When I was in my teens, my older brother Bill got me into a variety of sales. We sold cookware, encyclopedias, Bibles, guitar lessons, and at one point Bill even sold rugs. I sold magazine subscriptions both door-to-door and by telephone. I set up appointments by telephone for home improvement and siding salesmen. The 1987 film “Tin Men” does a nice job of portraying the aluminum siding business. That world no longer exists.
We never really made much money. There were good days, of course, but we spent more time in coffee shops talking about making money than actually making it. After I graduated from high school, I got sick of sales and got a job in a luggage factory. It was nice to get paid every week and not have to talk anybody into buying anything.
Looking back on it, I realize that we were contemptuous of the people we were selling stuff to. We weren’t exactly con artists, but we weren’t entirely honest either. When we sold guitar lessons, we gave bogus music aptitude tests to kids to enroll them in a ten-week guitar course. At the end of the ten weeks, high pressure salesmen sold their parents electric guitars they probably couldn’t afford. Once we got hooked up with a guy who paid us $20 for each candy or gum vending machine we could get installed in places like cafes and gas stations. There were already a lot of vending machines around, and the guys who owned them didn’t like competition, so the places we talked into taking them weren’t in great locations. The man who paid us sold not very promising vending machine routes as business opportunities to people who didn’t have great heads for business.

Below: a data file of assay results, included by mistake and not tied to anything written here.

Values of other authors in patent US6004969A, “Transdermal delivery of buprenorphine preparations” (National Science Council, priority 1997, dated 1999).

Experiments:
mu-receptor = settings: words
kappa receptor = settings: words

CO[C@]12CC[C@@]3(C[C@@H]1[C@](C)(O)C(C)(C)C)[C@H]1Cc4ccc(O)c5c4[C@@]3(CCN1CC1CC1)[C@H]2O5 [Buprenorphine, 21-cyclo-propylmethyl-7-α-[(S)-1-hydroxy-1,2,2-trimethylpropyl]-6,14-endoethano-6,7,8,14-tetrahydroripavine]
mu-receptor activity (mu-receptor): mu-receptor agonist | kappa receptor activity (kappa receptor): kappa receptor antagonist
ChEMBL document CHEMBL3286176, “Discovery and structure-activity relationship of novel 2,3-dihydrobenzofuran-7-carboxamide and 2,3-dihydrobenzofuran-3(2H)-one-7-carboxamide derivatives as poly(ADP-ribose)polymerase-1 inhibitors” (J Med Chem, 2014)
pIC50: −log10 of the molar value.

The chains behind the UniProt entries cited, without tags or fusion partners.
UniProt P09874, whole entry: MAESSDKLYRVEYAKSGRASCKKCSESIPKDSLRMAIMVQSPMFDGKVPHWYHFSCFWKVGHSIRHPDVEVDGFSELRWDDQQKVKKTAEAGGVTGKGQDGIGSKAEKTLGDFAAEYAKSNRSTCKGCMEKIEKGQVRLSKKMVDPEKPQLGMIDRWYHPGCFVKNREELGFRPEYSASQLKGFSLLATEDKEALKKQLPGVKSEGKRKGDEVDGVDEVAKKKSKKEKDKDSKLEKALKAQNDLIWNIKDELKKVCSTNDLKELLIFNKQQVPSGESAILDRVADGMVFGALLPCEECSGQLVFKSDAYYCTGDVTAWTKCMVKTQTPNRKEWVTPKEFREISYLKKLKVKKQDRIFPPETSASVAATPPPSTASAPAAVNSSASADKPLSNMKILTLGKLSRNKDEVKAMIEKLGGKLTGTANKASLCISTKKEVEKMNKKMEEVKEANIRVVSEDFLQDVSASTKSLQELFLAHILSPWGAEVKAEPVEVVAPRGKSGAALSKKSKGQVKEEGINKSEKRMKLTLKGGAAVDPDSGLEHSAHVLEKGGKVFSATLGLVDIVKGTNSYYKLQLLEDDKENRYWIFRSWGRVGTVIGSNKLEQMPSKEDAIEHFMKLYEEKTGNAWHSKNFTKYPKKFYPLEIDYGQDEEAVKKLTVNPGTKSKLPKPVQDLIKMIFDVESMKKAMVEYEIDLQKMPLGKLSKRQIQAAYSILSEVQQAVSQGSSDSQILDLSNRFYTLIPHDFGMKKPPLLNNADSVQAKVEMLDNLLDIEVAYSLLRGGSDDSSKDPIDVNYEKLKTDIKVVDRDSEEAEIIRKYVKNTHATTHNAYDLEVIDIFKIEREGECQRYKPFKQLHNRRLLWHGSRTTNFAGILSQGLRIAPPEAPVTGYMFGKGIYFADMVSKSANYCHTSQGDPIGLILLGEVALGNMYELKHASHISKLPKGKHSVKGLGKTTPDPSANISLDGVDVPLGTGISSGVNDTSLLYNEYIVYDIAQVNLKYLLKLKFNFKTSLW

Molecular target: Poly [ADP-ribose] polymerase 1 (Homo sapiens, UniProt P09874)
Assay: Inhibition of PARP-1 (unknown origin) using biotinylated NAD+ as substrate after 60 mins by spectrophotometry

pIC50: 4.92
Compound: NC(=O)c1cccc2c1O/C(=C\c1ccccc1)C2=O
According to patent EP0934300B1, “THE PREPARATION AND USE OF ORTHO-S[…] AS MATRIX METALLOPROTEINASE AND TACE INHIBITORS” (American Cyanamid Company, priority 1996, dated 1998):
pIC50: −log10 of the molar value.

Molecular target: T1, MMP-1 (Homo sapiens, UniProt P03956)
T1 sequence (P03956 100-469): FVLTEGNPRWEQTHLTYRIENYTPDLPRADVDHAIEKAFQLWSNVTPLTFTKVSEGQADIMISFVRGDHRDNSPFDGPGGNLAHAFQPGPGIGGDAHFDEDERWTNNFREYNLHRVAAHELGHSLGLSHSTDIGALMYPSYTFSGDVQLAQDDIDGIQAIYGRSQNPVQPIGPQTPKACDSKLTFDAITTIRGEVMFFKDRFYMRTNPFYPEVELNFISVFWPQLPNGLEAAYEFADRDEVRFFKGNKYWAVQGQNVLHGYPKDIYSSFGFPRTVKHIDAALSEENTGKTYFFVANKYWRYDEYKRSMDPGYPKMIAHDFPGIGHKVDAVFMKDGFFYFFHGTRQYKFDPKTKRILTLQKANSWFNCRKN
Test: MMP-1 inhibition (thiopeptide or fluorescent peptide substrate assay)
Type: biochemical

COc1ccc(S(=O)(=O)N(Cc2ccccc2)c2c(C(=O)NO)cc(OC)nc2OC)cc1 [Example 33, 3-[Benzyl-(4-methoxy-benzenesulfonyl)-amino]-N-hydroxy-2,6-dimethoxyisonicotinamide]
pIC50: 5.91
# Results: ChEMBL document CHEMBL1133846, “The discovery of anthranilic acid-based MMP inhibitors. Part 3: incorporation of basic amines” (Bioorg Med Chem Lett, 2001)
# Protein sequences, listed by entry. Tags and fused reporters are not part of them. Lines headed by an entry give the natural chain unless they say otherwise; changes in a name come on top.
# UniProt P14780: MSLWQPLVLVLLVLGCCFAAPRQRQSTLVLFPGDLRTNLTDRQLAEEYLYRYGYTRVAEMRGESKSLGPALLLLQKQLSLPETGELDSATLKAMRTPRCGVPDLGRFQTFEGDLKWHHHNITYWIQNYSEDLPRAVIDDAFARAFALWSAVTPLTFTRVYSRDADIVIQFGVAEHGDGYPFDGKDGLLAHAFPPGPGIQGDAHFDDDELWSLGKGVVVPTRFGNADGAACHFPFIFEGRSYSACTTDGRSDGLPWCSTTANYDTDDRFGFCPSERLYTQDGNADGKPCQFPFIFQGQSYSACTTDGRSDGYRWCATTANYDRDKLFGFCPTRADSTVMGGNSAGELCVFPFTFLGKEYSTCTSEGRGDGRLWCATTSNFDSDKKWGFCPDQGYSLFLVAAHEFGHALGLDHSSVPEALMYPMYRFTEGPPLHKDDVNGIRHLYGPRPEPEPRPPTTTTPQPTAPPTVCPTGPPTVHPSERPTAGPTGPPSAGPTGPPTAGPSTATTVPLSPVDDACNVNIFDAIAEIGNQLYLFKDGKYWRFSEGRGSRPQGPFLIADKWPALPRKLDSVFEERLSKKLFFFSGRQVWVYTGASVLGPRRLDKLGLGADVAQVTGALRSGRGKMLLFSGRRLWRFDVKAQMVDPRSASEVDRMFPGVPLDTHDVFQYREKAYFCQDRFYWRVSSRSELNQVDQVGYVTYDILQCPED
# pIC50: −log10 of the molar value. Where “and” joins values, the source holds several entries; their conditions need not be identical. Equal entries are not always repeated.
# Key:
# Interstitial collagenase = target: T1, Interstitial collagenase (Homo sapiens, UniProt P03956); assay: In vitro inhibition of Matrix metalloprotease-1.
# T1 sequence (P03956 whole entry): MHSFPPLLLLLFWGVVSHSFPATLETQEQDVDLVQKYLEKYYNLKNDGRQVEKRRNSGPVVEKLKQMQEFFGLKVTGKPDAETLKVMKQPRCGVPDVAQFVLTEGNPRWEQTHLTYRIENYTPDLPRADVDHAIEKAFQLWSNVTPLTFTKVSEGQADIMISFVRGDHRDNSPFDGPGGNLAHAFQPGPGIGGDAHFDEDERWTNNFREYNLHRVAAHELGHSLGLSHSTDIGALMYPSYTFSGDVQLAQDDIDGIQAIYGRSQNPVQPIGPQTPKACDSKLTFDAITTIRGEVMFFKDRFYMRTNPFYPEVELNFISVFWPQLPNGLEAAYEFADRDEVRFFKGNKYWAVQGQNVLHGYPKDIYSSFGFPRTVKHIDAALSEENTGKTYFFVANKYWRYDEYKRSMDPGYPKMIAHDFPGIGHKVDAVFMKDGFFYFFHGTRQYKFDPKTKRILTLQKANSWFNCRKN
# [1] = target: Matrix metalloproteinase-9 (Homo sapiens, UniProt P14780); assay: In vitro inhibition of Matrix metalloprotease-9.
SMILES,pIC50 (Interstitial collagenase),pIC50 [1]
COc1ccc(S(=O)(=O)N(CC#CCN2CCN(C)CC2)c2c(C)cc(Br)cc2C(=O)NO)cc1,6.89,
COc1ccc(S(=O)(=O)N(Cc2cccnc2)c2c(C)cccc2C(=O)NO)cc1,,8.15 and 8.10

Once, Bill was offered a part of something that was completely fraudulent and illegal. The slick-looking, well-dressed man—let’s call him Joe—who approached him called his business “Laying the block.” Joe drove a Lincoln Continental and always insisted on paying for drinks. Laying the block worked this way: Joe would drive his Lincoln Continental into a gas station and ask for a fill up. When it came time to pay, he would be horrified to find that he had forgotten his wallet. He explained to the attendant that he was late for a very important business lunch:
“Listen, I can’t miss this lunch, and I have to pay for it. The people I’m meeting want to invest a million dollars in my casino project. I have to be there. Take my Rolex watch as collateral, give me $50, and I will come back in two hours, pay for the gas, give the $50 back, and give you $50 for your trouble.”
Nine times out of ten, the attendant took the deal. Joe had a trunk full of cheap knock-off watches and never returned to the gas station. Joe couldn’t stay in any one city very long, so his work involved a lot of travelling. But he lived well and stayed in the best hotels.
Of course, Bill didn’t get involved in laying the block. He knew it was a criminal activity that carried high risks, and he wasn’t a criminal. I’m sure he thought of himself as honest. But I don’t remember that we had any great moral outrage either. It certainly didn’t occur to us to turn Joe in.
Bill remained in sales all his life, but eventually he got into the rather respectable real estate business. An expanding economy and easy access to higher education catapulted me out of that world, and along with a higher economic status came a more conventional moral standard that allowed me to laugh at jokes about dishonest lawyers.
Watching Donald Trump’s rise and the revelations about how Trump University operated, I can’t help thinking that even with all his wealth, Trump has always remained in the moral universe of the scam. And he could be President.